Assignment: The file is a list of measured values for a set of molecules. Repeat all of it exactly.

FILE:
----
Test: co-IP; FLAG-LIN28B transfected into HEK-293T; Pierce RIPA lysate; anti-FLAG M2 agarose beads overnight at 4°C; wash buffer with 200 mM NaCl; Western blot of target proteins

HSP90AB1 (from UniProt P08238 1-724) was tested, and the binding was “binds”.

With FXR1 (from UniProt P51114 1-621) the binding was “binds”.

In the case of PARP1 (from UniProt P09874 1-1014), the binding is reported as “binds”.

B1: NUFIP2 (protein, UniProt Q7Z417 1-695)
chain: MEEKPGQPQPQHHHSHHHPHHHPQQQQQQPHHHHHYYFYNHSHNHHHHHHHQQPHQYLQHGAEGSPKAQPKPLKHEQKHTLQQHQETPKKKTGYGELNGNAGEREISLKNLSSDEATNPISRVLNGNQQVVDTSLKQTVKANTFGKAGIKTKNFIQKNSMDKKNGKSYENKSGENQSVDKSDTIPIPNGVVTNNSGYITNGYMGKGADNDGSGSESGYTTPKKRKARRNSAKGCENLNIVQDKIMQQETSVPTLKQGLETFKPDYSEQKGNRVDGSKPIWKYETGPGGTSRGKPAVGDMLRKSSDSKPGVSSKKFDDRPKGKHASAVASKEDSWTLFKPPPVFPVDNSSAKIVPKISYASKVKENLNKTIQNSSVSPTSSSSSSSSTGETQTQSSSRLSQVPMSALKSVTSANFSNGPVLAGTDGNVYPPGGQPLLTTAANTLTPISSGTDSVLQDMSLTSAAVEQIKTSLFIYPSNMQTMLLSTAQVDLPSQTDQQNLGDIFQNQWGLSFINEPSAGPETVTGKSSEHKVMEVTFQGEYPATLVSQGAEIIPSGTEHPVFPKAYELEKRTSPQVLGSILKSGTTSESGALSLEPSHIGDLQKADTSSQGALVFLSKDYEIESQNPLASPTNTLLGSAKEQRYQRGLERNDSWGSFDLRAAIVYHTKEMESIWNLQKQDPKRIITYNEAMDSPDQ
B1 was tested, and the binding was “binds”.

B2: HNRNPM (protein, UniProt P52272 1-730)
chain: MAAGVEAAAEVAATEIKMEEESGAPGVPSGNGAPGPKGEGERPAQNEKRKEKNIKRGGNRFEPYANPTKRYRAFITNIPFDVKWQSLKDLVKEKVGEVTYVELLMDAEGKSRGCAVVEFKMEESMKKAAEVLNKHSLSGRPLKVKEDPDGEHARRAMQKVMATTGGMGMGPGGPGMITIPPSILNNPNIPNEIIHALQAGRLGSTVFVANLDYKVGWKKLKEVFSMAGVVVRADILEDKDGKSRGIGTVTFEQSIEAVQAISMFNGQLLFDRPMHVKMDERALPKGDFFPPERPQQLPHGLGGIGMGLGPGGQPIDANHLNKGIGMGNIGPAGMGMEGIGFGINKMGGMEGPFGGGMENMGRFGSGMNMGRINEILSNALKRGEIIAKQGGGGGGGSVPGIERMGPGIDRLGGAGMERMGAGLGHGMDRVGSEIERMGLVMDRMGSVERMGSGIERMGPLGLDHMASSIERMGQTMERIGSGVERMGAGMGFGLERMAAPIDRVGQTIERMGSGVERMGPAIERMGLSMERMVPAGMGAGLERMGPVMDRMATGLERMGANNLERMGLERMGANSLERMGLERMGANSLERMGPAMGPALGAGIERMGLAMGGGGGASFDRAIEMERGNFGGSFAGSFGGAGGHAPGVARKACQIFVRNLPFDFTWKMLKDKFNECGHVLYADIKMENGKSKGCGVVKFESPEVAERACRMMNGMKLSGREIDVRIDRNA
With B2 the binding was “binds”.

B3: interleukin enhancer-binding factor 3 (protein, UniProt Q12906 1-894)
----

Test: co-IP; FLAG-LIN28B transfected into HEK-293T; Pierce RIPA lysate; anti-FLAG M2 agarose beads overnight at 4°C; wash buffer with 200 mM NaCl; Western blot of target proteins

HSP90AB1 (from UniProt P08238 1-724) was tested, and the binding was “binds”.

With FXR1 (from UniProt P51114 1-621) the binding was “binds”.

In the case of PARP1 (from UniProt P09874 1-1014), the binding is reported as “binds”.

B1: NUFIP2 (protein, UniProt Q7Z417 1-695)
chain: MEEKPGQPQPQHHHSHHHPHHHPQQQQQQPHHHHHYYFYNHSHNHHHHHHHQQPHQYLQHGAEGSPKAQPKPLKHEQKHTLQQHQETPKKKTGYGELNGNAGEREISLKNLSSDEATNPISRVLNGNQQVVDTSLKQTVKANTFGKAGIKTKNFIQKNSMDKKNGKSYENKSGENQSVDKSDTIPIPNGVVTNNSGYITNGYMGKGADNDGSGSESGYTTPKKRKARRNSAKGCENLNIVQDKIMQQETSVPTLKQGLETFKPDYSEQKGNRVDGSKPIWKYETGPGGTSRGKPAVGDMLRKSSDSKPGVSSKKFDDRPKGKHASAVASKEDSWTLFKPPPVFPVDNSSAKIVPKISYASKVKENLNKTIQNSSVSPTSSSSSSSSTGETQTQSSSRLSQVPMSALKSVTSANFSNGPVLAGTDGNVYPPGGQPLLTTAANTLTPISSGTDSVLQDMSLTSAAVEQIKTSLFIYPSNMQTMLLSTAQVDLPSQTDQQNLGDIFQNQWGLSFINEPSAGPETVTGKSSEHKVMEVTFQGEYPATLVSQGAEIIPSGTEHPVFPKAYELEKRTSPQVLGSILKSGTTSESGALSLEPSHIGDLQKADTSSQGALVFLSKDYEIESQNPLASPTNTLLGSAKEQRYQRGLERNDSWGSFDLRAAIVYHTKEMESIWNLQKQDPKRIITYNEAMDSPDQ
B1 was tested, and the binding was “binds”.

B2: HNRNPM (protein, UniProt P52272 1-730)
chain: MAAGVEAAAEVAATEIKMEEESGAPGVPSGNGAPGPKGEGERPAQNEKRKEKNIKRGGNRFEPYANPTKRYRAFITNIPFDVKWQSLKDLVKEKVGEVTYVELLMDAEGKSRGCAVVEFKMEESMKKAAEVLNKHSLSGRPLKVKEDPDGEHARRAMQKVMATTGGMGMGPGGPGMITIPPSILNNPNIPNEIIHALQAGRLGSTVFVANLDYKVGWKKLKEVFSMAGVVVRADILEDKDGKSRGIGTVTFEQSIEAVQAISMFNGQLLFDRPMHVKMDERALPKGDFFPPERPQQLPHGLGGIGMGLGPGGQPIDANHLNKGIGMGNIGPAGMGMEGIGFGINKMGGMEGPFGGGMENMGRFGSGMNMGRINEILSNALKRGEIIAKQGGGGGGGSVPGIERMGPGIDRLGGAGMERMGAGLGHGMDRVGSEIERMGLVMDRMGSVERMGSGIERMGPLGLDHMASSIERMGQTMERIGSGVERMGAGMGFGLERMAAPIDRVGQTIERMGSGVERMGPAIERMGLSMERMVPAGMGAGLERMGPVMDRMATGLERMGANNLERMGLERMGANSLERMGLERMGANSLERMGPAMGPALGAGIERMGLAMGGGGGASFDRAIEMERGNFGGSFAGSFGGAGGHAPGVARKACQIFVRNLPFDFTWKMLKDKFNECGHVLYADIKMENGKSKGCGVVKFESPEVAERACRMMNGMKLSGREIDVRIDRNA
With B2 the binding was “binds”.

B3: interleukin enhancer-binding factor 3 (protein, UniProt Q12906 1-894)